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June 2, 1999


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Be wary of India, says Imran

Former Pakistan captain Imran Khan today warned the teams in the elite Super Six league of the World Cup to be wary of India as they are the "cornered tiger".

"India undoubtedly have the best batting line-up. Tendulkar is incomparable, but the team does not rely on him fully, because others like Rahul Dravid and Saurav Ganguly have scored many runs," he said.

The Pakistani legend was of the view that India also has two bowlers in Javagal Srinath and Venkatesh Prasad, "who are extremely proficient in English conditions", and added, "we certainly have not seen the best of Srinath yet, but maintained that India is still one bowler short.

According to him the biggest match of the World Cup, apart from the final itself, is going to be the clash between India and Australia in the opener of the Super League on June 4 at The Oval.

"The winner of this do or die fixture will be the most dangerous team in the competition, even more than Pakistan or South Africa," he opined.

Justifying his views, Imran said both the teams have "come back from the dead, escaping perilous situations". They count on their nerve when the pressure is pounding upon them to emerge in glory.

"India and Australia have already survived one make or break match in which they knew defeat would mean instant elimination," he said.

According to Imran, the Australia-India fixture will be the "biggest contest", because both the sides are without a single point, and the loser will crash out. Desperation will be there to win the game and this can turn the match into a "classic" one because world-class playes like Sachin, Dravid, Ganguly, Steve Waugh and Glenn McGrath will be on view.

"The team emerging winner will have tremendous confidence which comes from only this type of contest and they will feel that they can beat anyone. In previous World Cups, it has usually been the case that the winner has peaked at the right time," Imran said.

He said in 1992, Pakistan were off to a poor start, but managed, with some good wins in the make or break matches, to go on and clinch the title.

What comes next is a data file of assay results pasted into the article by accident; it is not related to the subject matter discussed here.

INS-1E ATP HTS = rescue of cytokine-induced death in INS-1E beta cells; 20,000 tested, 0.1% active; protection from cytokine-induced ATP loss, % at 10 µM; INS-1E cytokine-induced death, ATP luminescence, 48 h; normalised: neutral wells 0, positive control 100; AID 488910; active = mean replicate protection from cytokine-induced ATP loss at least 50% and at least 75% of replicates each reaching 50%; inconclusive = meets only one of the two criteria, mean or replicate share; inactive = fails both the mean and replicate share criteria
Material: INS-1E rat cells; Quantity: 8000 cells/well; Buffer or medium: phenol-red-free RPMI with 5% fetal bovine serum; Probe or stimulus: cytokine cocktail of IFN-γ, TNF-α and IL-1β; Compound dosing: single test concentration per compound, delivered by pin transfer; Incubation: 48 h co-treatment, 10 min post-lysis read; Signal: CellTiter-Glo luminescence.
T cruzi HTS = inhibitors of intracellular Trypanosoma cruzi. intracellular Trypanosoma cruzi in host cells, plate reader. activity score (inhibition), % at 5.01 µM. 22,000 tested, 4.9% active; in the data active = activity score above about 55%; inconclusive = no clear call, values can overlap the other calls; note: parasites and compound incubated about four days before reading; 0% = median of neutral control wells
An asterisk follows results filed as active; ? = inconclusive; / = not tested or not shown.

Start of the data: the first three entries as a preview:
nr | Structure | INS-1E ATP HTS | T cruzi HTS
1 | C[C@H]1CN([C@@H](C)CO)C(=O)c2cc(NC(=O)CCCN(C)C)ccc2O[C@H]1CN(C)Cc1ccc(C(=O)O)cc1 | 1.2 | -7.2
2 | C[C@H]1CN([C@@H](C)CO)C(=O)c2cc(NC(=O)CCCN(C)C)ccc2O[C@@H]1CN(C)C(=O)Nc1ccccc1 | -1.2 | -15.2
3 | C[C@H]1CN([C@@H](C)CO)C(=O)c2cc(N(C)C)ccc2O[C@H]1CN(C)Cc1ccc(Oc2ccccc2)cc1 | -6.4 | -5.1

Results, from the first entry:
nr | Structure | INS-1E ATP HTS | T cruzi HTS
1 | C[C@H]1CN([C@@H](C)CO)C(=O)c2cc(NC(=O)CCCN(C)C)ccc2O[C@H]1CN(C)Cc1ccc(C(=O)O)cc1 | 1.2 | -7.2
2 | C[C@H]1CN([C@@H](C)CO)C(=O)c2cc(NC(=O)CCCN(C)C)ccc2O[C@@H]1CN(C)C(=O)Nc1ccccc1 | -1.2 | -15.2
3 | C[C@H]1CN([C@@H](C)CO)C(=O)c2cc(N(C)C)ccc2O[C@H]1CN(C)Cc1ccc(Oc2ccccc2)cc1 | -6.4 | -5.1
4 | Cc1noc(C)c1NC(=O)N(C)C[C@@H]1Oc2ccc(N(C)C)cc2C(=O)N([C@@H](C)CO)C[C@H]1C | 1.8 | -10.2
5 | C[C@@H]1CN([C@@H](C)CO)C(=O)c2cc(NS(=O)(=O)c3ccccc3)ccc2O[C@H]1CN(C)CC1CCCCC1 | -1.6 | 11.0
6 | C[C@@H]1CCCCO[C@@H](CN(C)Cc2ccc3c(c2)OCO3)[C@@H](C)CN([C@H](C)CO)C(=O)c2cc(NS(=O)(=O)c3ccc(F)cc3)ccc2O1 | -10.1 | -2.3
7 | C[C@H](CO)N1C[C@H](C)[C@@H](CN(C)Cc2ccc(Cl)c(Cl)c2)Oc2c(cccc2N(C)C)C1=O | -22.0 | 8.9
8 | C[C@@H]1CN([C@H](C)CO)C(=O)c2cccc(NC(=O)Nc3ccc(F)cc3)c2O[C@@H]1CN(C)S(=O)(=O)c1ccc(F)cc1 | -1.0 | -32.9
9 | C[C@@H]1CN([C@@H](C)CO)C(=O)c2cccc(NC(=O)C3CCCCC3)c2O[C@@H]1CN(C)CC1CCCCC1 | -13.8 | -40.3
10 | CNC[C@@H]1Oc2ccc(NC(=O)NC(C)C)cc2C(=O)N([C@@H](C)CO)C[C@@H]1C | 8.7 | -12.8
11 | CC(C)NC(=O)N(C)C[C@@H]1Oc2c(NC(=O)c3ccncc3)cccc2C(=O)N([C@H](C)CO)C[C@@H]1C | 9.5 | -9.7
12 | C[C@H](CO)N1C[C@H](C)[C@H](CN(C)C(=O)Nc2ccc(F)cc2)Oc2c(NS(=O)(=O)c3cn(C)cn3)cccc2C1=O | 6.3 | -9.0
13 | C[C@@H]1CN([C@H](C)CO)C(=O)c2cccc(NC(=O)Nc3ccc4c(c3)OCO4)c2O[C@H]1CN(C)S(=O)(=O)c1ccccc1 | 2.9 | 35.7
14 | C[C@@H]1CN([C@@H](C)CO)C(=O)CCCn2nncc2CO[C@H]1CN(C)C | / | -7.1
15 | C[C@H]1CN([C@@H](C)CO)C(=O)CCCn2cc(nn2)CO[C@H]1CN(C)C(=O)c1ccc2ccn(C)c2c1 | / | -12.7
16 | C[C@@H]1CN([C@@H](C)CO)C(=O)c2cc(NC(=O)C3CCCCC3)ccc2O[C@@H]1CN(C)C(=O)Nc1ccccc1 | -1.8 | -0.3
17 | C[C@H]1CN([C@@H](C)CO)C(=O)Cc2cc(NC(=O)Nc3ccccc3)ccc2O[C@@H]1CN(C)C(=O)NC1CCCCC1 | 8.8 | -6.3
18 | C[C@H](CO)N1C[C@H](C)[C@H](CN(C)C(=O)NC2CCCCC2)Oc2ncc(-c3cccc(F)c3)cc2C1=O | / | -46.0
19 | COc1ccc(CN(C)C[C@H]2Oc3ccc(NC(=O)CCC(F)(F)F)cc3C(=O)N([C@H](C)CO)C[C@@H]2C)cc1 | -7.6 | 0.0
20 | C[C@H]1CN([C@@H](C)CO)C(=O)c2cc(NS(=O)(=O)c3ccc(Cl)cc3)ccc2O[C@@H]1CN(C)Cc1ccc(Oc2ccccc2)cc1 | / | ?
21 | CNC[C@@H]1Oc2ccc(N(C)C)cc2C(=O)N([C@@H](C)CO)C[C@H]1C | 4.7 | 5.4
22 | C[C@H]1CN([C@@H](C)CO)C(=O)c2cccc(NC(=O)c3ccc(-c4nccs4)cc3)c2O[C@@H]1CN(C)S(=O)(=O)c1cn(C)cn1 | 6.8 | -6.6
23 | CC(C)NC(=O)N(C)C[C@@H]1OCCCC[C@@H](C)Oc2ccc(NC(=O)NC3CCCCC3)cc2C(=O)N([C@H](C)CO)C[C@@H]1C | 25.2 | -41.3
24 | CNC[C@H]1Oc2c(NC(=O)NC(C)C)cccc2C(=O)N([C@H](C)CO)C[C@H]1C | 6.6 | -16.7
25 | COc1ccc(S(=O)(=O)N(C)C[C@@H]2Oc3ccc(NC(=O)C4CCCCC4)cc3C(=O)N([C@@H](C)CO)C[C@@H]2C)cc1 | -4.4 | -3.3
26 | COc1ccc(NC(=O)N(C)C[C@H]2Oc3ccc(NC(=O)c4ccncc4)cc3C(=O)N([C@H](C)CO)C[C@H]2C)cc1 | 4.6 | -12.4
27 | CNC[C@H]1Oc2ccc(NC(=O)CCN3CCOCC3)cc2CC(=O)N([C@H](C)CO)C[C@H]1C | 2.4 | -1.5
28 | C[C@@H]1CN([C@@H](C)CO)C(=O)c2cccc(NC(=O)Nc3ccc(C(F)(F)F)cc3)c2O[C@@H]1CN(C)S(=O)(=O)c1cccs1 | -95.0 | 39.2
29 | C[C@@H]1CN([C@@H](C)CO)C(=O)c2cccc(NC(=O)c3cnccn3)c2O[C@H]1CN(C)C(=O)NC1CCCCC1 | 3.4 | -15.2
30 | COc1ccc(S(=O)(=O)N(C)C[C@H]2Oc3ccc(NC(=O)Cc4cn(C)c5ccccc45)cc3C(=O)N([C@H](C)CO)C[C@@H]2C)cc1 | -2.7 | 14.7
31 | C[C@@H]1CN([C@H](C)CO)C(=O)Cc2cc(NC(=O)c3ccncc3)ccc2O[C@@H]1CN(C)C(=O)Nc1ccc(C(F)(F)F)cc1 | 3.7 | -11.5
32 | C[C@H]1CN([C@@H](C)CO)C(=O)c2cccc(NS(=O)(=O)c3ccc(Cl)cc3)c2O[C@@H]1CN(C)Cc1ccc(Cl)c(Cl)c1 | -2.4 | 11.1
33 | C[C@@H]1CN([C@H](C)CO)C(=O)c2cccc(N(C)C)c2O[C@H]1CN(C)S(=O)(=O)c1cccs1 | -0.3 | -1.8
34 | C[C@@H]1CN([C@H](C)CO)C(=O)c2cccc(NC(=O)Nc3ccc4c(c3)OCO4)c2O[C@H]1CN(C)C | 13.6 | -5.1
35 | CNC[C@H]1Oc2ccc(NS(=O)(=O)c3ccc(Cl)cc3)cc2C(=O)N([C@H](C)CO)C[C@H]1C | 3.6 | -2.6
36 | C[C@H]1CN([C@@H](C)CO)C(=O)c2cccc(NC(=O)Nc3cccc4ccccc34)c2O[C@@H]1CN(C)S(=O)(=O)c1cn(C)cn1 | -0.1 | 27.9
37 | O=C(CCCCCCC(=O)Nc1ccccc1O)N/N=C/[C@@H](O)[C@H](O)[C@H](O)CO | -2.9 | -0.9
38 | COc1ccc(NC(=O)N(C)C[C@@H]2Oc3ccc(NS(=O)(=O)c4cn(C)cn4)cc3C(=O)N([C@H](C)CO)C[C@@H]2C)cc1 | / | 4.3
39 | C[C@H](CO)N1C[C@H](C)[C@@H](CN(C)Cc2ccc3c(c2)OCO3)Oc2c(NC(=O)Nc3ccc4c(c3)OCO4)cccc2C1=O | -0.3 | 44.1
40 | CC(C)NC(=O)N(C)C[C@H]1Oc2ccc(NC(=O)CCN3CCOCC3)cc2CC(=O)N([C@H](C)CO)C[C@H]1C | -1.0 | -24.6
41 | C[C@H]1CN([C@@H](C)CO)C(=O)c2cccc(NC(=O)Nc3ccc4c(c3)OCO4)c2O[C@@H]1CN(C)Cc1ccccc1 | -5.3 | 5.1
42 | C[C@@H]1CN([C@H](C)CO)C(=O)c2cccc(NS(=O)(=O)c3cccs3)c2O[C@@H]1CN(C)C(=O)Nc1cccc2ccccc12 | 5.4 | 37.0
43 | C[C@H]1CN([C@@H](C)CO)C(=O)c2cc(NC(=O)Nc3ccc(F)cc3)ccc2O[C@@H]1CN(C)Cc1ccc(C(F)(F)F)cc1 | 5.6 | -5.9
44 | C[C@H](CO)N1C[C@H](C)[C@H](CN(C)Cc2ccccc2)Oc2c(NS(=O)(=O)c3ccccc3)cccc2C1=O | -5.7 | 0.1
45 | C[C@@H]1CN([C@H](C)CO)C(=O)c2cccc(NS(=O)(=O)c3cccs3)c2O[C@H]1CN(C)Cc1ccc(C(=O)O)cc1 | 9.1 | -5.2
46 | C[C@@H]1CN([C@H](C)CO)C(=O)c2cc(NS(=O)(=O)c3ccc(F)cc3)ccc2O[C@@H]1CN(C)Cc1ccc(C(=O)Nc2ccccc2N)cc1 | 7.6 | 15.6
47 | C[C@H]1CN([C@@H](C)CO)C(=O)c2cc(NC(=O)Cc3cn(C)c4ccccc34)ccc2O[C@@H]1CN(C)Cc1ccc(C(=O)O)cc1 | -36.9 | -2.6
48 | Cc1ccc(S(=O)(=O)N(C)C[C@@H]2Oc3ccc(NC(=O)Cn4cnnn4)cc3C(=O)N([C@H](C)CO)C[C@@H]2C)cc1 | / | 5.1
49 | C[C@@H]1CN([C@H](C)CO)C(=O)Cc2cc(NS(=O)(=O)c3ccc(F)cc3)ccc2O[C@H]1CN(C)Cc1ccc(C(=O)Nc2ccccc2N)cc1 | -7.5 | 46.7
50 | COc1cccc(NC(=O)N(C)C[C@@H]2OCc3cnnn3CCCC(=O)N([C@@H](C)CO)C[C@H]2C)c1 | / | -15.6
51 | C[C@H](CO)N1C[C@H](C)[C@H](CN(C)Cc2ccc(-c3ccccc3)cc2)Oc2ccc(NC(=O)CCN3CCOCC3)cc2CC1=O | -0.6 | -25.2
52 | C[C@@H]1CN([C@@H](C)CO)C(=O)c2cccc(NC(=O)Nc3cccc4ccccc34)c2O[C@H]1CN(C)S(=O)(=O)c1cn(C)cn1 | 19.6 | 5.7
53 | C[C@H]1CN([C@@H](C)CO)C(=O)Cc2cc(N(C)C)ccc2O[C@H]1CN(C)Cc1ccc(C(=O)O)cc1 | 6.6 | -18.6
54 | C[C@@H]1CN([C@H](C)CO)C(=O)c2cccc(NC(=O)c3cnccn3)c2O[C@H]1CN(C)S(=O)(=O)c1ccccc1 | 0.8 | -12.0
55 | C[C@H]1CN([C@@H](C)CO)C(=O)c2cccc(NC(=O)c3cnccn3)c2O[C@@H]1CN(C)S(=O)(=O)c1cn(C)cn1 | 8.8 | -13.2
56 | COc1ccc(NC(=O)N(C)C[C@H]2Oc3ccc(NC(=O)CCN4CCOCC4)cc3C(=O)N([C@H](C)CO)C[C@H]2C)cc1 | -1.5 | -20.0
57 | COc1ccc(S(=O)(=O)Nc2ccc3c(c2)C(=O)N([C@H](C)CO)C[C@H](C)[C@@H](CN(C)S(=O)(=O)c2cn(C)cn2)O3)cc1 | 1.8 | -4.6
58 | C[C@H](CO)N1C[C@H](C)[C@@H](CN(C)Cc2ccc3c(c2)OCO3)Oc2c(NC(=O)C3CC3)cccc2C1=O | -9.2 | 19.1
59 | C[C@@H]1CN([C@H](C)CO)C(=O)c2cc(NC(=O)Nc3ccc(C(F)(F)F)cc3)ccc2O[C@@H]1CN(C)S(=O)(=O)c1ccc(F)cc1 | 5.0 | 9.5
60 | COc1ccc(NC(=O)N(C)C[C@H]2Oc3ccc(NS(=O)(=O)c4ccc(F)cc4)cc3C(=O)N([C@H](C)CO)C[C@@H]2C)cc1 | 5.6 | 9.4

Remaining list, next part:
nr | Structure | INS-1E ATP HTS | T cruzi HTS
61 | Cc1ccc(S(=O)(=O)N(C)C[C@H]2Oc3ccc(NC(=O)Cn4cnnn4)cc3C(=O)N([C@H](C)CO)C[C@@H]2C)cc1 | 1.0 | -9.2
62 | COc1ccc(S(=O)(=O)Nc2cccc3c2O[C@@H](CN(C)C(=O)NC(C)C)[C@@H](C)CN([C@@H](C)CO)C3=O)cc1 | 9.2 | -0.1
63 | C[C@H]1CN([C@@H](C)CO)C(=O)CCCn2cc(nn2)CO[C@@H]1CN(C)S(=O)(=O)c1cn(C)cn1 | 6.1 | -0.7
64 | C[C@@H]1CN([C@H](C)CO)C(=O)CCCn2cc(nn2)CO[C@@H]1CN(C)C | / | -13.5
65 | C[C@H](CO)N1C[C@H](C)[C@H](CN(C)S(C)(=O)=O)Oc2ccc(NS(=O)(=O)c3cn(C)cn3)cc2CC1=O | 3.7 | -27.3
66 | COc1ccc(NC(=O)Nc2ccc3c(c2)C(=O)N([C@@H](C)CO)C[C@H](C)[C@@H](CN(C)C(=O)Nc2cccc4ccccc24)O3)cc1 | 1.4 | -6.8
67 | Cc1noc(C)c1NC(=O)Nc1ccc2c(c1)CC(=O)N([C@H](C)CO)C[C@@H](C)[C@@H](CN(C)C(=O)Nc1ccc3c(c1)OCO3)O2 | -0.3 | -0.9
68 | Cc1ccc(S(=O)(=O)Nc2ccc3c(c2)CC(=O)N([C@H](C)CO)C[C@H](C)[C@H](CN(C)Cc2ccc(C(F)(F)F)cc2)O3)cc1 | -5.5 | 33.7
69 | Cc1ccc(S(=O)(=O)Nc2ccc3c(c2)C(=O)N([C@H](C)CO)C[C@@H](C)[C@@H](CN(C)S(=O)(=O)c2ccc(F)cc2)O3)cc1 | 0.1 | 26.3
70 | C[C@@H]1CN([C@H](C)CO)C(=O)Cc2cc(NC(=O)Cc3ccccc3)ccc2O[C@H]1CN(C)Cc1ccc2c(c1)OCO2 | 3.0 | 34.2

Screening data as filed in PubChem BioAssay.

He said: "The way you reach the semis and final can be crucial; that is why I am worried about Pakistan, because an easy run-up when the team is not really tested may leave you struggling when the pressure is on."

He added: "The World Cup is a test of nerve more than a test of cricketing ability and that is why England is out of the tournament. The hosts, despite good players, failed when the pressure was on them. They paid the price for negative team selection and team strategy."

About the Pakistan and South Africa, Imran said both have similar problems. "Both have worries in their batting. Especially the top order, but both have good bowlers."

These teams have also exposed their vulnerability with unexpected defeats in the group matches after having qualified for the Super League.

Imran dismissed the 'fixed' match theory that South Africa let Zimbabwe beat them to help their "neighbours" and Pakistan allowed "brothers" from Bangladesh to defeat them.

"I think both the teams, after having made it to the Super League, could not motivate themselves in their last fixture."

He said: "South Africa can be beaten by teams who bat first, score a reasonable total and put pressure on their batsmen. The same or may be lesser extent is the case with Pakistan. They have an advantage in going into the Super Six with four points. They need only a win to reach the last four. They have the luxury of having more time to experiment with their batting to get things right."

About Zimbabwe the former Pakistan skipper said, "Their situation is remarkable, they have no superstar and that turned out to be their advantage. West Indies relied too much on Brian Lara, and when he failed to score against Australia, it was all over for the Carribeans."

According to him, Zimbabwe's most impressive player has been Neil Johnson, a genuine all- rounder who opens the bowling and batting in style.

He said New Zealand is also "team oriented" and in left arm bowler Geoff Allott, "they have a bowler with real potential".

He ended with a warning: "Don't write off India or Australia, especially if one of them wins the big test of nerves on Friday."


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